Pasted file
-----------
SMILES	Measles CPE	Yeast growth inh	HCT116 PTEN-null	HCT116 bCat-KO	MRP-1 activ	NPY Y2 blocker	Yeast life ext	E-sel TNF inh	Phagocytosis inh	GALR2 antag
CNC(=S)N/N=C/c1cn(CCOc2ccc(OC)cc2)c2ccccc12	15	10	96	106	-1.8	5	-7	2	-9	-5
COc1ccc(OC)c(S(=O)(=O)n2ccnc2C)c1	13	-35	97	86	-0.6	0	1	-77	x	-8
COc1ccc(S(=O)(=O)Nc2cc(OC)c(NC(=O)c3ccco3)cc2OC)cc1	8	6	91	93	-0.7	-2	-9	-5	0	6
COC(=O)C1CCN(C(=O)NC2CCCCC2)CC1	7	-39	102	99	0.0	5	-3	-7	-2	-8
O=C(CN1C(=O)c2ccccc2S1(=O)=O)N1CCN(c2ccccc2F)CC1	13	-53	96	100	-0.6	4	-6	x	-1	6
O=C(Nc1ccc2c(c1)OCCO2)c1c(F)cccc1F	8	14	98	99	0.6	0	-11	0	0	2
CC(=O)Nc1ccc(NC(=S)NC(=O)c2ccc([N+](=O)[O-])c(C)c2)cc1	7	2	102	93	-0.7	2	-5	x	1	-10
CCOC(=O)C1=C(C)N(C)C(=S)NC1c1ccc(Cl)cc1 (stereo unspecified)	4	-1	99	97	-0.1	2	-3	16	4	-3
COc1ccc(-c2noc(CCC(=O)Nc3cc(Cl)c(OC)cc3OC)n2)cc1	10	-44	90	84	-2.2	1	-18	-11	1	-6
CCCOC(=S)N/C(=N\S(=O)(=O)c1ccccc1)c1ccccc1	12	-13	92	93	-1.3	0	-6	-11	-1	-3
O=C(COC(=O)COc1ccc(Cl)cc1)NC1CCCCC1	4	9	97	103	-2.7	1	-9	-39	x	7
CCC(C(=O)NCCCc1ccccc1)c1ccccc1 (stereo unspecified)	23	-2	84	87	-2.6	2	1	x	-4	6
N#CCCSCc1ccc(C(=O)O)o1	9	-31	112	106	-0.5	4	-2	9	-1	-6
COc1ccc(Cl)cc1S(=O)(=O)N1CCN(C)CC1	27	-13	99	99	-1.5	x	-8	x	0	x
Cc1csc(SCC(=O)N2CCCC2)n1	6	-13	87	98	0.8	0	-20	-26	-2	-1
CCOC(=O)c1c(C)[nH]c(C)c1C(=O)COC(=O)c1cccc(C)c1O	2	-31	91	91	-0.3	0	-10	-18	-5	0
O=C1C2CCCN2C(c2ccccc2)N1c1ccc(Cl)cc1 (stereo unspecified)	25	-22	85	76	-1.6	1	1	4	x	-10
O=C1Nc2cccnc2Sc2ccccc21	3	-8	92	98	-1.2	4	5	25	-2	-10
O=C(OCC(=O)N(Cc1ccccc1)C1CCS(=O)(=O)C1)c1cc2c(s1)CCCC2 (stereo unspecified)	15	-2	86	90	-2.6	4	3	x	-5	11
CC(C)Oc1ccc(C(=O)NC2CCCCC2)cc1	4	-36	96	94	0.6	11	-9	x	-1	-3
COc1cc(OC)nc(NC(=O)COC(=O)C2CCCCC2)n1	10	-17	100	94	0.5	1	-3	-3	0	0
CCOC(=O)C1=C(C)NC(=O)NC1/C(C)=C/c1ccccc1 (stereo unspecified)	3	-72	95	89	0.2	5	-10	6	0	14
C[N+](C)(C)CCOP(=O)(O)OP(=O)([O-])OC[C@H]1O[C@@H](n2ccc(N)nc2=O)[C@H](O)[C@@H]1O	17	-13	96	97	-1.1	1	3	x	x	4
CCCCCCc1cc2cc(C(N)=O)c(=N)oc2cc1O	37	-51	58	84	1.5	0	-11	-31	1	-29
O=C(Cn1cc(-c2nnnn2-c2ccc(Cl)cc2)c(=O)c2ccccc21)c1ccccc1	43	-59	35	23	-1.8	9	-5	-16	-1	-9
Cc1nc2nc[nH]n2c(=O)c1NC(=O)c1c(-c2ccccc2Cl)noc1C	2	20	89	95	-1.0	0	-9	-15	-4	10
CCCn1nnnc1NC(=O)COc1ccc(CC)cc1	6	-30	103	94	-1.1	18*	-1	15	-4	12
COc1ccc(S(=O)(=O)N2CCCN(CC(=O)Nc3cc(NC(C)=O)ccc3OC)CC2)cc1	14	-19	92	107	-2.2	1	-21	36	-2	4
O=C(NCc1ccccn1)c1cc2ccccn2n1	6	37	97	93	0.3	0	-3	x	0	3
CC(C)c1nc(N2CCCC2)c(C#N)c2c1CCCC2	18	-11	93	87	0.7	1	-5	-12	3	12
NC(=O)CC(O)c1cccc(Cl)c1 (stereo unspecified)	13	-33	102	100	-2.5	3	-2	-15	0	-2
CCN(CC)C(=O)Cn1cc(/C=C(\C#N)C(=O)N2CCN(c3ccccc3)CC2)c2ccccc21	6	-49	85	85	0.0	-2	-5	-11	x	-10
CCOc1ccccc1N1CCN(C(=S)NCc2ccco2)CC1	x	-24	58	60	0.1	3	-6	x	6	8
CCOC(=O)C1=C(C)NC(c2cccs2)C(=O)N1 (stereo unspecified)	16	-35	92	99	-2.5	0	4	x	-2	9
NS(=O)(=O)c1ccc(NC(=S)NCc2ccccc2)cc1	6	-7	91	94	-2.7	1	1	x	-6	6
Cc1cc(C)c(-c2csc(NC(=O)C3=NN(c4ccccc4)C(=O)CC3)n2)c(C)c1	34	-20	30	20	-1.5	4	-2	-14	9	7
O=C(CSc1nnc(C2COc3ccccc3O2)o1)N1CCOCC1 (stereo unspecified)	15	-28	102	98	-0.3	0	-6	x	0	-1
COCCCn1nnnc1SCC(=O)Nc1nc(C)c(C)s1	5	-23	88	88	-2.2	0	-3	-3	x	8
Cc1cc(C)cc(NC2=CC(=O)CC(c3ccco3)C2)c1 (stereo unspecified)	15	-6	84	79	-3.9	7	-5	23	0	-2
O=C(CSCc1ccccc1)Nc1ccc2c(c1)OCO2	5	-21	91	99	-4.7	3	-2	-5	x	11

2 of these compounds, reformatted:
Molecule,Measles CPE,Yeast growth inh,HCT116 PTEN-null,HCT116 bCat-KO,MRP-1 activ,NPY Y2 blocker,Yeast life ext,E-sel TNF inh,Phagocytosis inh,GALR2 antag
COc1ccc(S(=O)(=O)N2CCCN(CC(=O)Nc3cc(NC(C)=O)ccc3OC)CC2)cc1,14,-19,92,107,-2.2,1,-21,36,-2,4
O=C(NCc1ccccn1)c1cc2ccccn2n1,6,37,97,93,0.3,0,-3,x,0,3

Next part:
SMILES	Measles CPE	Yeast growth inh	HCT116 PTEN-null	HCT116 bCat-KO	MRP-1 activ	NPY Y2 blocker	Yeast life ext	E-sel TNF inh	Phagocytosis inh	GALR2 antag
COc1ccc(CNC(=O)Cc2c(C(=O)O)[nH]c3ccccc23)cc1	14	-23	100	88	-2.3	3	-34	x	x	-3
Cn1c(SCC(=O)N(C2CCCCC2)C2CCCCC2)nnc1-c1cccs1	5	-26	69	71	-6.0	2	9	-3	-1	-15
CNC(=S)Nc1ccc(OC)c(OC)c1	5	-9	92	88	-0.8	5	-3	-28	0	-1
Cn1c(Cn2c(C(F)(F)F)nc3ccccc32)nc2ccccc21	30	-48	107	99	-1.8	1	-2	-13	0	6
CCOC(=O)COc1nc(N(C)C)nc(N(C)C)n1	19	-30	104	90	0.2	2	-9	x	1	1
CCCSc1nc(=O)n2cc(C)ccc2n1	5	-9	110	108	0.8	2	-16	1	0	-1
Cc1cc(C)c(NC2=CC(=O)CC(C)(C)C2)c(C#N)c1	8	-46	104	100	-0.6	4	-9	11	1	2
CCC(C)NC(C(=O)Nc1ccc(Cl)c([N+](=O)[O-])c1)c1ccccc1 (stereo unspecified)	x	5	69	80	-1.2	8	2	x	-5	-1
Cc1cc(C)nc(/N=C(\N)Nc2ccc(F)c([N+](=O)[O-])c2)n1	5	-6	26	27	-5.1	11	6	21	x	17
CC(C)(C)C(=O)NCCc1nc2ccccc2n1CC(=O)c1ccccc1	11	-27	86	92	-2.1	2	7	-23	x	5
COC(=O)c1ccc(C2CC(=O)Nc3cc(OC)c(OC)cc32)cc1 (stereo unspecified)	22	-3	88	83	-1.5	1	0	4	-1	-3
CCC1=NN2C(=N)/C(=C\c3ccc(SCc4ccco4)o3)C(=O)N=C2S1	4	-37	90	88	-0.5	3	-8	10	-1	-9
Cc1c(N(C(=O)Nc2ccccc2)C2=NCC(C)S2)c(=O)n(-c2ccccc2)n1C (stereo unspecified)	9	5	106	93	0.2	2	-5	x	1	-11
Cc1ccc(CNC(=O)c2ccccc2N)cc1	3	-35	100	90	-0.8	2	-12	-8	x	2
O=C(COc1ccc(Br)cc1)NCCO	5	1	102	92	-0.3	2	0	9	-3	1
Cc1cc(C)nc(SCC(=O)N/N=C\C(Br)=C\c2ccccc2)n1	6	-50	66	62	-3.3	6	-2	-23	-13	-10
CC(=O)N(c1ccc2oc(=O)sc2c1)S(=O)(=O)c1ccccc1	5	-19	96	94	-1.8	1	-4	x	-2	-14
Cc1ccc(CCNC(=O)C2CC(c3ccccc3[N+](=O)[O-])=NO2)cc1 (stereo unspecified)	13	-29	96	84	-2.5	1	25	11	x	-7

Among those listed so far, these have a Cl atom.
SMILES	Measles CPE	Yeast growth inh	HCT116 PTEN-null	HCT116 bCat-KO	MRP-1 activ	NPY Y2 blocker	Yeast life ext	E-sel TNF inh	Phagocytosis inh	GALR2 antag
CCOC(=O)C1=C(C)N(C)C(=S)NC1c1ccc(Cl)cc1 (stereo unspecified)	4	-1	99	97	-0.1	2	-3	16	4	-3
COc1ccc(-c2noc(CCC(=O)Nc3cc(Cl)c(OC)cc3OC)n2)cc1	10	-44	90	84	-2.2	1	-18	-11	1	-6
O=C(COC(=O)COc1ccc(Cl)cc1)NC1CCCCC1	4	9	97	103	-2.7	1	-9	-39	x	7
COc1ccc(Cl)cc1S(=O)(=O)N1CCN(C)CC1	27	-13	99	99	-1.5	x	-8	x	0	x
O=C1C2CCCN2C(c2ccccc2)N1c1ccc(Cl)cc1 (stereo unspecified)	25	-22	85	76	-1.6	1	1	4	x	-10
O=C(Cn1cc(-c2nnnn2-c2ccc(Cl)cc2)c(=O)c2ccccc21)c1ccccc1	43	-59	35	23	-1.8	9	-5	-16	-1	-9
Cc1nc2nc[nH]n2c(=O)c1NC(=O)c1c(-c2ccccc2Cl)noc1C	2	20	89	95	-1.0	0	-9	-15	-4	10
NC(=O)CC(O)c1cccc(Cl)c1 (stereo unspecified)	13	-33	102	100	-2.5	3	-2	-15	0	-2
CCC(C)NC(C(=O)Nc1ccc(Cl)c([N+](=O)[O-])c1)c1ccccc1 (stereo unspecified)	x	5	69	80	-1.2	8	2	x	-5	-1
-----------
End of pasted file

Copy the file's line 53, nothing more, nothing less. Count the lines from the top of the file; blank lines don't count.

CCCSc1nc(=O)n2cc(C)ccc2n1	5	-9	110	108	0.8	2	-16	1	0	-1